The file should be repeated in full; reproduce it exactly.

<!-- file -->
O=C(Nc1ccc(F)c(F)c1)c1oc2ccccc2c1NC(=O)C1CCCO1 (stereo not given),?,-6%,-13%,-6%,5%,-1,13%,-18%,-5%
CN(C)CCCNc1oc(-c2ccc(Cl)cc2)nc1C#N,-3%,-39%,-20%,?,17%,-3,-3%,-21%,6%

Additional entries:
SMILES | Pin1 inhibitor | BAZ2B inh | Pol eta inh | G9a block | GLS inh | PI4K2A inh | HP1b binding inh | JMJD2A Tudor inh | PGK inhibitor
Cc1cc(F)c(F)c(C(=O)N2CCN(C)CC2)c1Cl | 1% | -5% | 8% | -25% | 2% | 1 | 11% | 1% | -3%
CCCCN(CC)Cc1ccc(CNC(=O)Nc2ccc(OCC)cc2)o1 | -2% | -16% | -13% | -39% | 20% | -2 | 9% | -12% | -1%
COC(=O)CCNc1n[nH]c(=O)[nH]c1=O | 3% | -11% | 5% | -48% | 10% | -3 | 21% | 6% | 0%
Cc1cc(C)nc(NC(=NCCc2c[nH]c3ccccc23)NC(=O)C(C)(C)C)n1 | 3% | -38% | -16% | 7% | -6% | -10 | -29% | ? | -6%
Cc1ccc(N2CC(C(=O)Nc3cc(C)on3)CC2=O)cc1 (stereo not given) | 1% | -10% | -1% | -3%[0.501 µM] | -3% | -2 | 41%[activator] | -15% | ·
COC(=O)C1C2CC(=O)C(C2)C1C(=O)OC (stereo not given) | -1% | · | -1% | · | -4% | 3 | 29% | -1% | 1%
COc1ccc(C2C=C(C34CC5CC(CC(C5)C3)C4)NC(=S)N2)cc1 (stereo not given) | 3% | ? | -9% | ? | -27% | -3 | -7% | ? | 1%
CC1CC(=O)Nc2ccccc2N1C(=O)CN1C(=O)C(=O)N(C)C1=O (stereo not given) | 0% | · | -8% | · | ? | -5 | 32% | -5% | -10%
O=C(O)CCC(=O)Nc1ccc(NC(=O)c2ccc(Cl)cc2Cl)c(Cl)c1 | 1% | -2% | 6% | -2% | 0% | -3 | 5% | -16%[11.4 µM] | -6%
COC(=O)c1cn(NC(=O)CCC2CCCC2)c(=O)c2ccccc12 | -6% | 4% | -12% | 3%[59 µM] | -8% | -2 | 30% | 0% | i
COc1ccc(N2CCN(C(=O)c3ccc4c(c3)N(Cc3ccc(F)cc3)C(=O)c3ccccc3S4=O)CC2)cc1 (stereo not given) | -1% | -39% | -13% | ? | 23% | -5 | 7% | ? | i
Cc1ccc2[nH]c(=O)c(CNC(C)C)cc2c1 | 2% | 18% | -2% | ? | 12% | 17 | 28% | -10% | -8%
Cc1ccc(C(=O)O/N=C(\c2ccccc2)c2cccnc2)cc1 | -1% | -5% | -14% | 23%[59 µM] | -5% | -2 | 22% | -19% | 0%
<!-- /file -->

O=C(Nc1ccc(F)c(F)c1)c1oc2ccccc2c1NC(=O)C1CCCO1 (stereo not given),?,-6%,-13%,-6%,5%,-1,13%,-18%,-5%
CN(C)CCCNc1oc(-c2ccc(Cl)cc2)nc1C#N,-3%,-39%,-20%,?,17%,-3,-3%,-21%,6%

Additional entries:
SMILES | Pin1 inhibitor | BAZ2B inh | Pol eta inh | G9a block | GLS inh | PI4K2A inh | HP1b binding inh | JMJD2A Tudor inh | PGK inhibitor
Cc1cc(F)c(F)c(C(=O)N2CCN(C)CC2)c1Cl | 1% | -5% | 8% | -25% | 2% | 1 | 11% | 1% | -3%
CCCCN(CC)Cc1ccc(CNC(=O)Nc2ccc(OCC)cc2)o1 | -2% | -16% | -13% | -39% | 20% | -2 | 9% | -12% | -1%
COC(=O)CCNc1n[nH]c(=O)[nH]c1=O | 3% | -11% | 5% | -48% | 10% | -3 | 21% | 6% | 0%
Cc1cc(C)nc(NC(=NCCc2c[nH]c3ccccc23)NC(=O)C(C)(C)C)n1 | 3% | -38% | -16% | 7% | -6% | -10 | -29% | ? | -6%
Cc1ccc(N2CC(C(=O)Nc3cc(C)on3)CC2=O)cc1 (stereo not given) | 1% | -10% | -1% | -3%[0.501 µM] | -3% | -2 | 41%[activator] | -15% | ·
COC(=O)C1C2CC(=O)C(C2)C1C(=O)OC (stereo not given) | -1% | · | -1% | · | -4% | 3 | 29% | -1% | 1%
COc1ccc(C2C=C(C34CC5CC(CC(C5)C3)C4)NC(=S)N2)cc1 (stereo not given) | 3% | ? | -9% | ? | -27% | -3 | -7% | ? | 1%
CC1CC(=O)Nc2ccccc2N1C(=O)CN1C(=O)C(=O)N(C)C1=O (stereo not given) | 0% | · | -8% | · | ? | -5 | 32% | -5% | -10%
O=C(O)CCC(=O)Nc1ccc(NC(=O)c2ccc(Cl)cc2Cl)c(Cl)c1 | 1% | -2% | 6% | -2% | 0% | -3 | 5% | -16%[11.4 µM] | -6%
COC(=O)c1cn(NC(=O)CCC2CCCC2)c(=O)c2ccccc12 | -6% | 4% | -12% | 3%[59 µM] | -8% | -2 | 30% | 0% | i
COc1ccc(N2CCN(C(=O)c3ccc4c(c3)N(Cc3ccc(F)cc3)C(=O)c3ccccc3S4=O)CC2)cc1 (stereo not given) | -1% | -39% | -13% | ? | 23% | -5 | 7% | ? | i
Cc1ccc2[nH]c(=O)c(CNC(C)C)cc2c1 | 2% | 18% | -2% | ? | 12% | 17 | 28% | -10% | -8%
Cc1ccc(C(=O)O/N=C(\c2ccccc2)c2cccnc2)cc1 | -1% | -5% | -14% | 23%[59 µM] | -5% | -2 | 22% | -19% | 0%